First observation is that the action of CO2 on NaOCl forms HOCl, but does so only slowly (this is due perhaps to the fact that H2CO3 is only a slightly stronger acid than HOCl). Other mentioned routes also involve the preparation of Hypochlorous acid, for example, by the action of Cl2 on a slurry of CaCO3 (I recall this being discussing in some patent, where the logic probably is that the Cl2 reacts with water, but not readily, to form HCl and HOCl, whereupon the HCl is readily neutralized by the Calcium carbonate). Also, possible addition of CCl4 to extract the HOCl is another route covered, per my recollection, in a patent for the preparation of HOCl in an organic solvent. The patent cited above also discusses the use of acetic acid on NaOCl, another path to HOCl, but dismisses the procedure apparently due to acidity in the presence of the alcohol.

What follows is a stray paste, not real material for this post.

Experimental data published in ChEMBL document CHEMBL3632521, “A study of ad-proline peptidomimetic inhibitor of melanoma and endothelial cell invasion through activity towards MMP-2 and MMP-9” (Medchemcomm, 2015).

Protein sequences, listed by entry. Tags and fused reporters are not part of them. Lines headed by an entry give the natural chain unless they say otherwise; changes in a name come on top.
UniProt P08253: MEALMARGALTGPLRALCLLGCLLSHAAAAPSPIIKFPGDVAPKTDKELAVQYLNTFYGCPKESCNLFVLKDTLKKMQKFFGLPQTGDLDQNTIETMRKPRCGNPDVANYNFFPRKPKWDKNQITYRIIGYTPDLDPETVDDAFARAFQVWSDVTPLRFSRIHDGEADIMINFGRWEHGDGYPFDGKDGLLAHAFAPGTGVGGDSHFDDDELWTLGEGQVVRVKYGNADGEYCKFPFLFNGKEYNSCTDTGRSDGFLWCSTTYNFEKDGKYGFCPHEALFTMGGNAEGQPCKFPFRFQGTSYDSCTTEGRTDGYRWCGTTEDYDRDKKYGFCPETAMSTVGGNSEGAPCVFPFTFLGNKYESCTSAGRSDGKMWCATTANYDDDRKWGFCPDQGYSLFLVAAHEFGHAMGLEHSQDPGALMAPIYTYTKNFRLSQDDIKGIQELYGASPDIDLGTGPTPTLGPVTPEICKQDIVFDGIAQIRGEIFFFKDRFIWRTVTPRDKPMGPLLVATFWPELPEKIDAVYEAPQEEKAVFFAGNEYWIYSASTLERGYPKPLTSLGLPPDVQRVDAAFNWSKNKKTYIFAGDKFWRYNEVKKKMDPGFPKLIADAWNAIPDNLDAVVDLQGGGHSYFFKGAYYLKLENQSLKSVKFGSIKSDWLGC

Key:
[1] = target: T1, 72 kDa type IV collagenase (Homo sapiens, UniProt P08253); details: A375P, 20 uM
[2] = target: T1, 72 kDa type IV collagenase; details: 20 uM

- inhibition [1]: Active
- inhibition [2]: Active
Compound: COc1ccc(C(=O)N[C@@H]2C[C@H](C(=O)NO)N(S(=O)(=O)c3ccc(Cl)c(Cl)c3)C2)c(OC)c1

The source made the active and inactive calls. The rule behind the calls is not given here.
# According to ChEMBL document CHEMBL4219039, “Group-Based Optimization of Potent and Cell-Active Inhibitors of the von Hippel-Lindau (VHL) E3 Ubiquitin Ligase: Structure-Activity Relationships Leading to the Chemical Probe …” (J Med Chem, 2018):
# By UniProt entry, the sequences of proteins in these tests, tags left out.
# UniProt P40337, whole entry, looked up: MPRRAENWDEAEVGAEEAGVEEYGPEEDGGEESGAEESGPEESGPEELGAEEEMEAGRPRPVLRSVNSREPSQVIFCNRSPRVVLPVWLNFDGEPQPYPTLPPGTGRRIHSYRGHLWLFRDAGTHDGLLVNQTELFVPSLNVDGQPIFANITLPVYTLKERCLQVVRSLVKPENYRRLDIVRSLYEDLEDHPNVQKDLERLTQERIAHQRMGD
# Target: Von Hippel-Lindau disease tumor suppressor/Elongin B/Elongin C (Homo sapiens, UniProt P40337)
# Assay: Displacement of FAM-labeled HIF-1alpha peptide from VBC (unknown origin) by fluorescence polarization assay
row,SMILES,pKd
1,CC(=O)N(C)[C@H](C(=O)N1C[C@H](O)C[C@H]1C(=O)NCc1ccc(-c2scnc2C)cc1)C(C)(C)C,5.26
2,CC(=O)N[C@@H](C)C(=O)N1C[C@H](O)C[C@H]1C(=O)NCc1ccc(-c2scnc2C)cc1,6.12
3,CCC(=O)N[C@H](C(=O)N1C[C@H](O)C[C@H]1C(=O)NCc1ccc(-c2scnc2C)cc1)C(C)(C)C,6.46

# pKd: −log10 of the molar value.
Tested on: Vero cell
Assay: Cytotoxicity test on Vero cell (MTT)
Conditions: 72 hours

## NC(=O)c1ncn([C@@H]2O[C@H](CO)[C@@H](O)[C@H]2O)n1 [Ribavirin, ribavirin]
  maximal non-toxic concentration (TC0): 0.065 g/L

All of the above, however, feel obligated to immediately encompass the alcohol in the preparation of the HOCl. Not the best idea in my opinion, assuming the patent is correct, as the best conditions occur reputedly in a pH range of 7.0 to 8.0. Also, the organic hypochlorite appears to readily undergo decomposition (even violently/explosively, in the presence of acid/low pH) resulting in loss of yield to say the least. So why is it necessary to place the alcohol in an acidic environment (with Cl2, HCl,..) on the route to nearly neutral HOCl? Also, a bad idea would be to mix the alcohol with NaOCl in place of HOCl. My reason is that the action of NaOCl on the alcohol, ROH (while we are waiting for the H2CO3, for example, to form HOCl) could proceed as follows:

ROH + NaOCl = ROCl + NaOH (very basic)